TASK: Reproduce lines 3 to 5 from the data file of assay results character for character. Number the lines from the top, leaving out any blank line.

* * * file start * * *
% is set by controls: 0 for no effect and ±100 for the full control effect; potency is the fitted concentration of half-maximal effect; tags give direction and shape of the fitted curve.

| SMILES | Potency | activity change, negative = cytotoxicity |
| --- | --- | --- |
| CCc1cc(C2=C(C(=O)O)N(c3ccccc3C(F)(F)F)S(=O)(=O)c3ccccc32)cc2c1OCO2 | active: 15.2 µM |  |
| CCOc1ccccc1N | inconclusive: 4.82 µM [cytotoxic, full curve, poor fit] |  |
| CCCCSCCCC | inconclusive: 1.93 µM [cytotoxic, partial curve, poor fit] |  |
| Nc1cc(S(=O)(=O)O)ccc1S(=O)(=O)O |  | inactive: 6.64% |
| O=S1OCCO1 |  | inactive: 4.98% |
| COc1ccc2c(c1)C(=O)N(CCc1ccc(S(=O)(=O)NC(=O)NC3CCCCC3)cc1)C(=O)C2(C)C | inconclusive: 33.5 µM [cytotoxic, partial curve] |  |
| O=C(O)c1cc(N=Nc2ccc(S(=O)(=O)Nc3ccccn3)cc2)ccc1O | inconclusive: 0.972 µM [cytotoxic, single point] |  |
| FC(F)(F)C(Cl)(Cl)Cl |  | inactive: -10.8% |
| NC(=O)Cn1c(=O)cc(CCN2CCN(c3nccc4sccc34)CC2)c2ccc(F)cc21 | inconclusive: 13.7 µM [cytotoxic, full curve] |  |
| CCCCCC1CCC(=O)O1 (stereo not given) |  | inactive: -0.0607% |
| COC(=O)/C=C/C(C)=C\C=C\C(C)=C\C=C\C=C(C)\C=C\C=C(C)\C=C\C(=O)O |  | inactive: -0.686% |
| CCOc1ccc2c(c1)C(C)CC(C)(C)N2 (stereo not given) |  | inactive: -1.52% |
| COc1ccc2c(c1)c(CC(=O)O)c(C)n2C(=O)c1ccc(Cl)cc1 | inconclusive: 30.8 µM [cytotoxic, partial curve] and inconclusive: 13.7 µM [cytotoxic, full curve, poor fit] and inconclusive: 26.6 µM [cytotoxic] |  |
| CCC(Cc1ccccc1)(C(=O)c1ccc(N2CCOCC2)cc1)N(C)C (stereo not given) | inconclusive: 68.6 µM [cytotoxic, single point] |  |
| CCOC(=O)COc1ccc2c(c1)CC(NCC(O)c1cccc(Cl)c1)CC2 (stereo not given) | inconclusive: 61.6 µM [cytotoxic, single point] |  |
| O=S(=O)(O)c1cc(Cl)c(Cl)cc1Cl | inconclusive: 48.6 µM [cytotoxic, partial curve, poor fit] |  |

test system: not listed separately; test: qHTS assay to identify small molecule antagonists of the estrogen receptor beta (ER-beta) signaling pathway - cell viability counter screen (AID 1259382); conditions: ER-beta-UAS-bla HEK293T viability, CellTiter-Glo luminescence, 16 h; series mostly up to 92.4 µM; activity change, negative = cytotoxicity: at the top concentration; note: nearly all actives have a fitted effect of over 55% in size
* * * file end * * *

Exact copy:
| --- | --- | --- |
| CCc1cc(C2=C(C(=O)O)N(c3ccccc3C(F)(F)F)S(=O)(=O)c3ccccc32)cc2c1OCO2 | active: 15.2 µM |  |
| CCOc1ccccc1N | inconclusive: 4.82 µM [cytotoxic, full curve, poor fit] |  |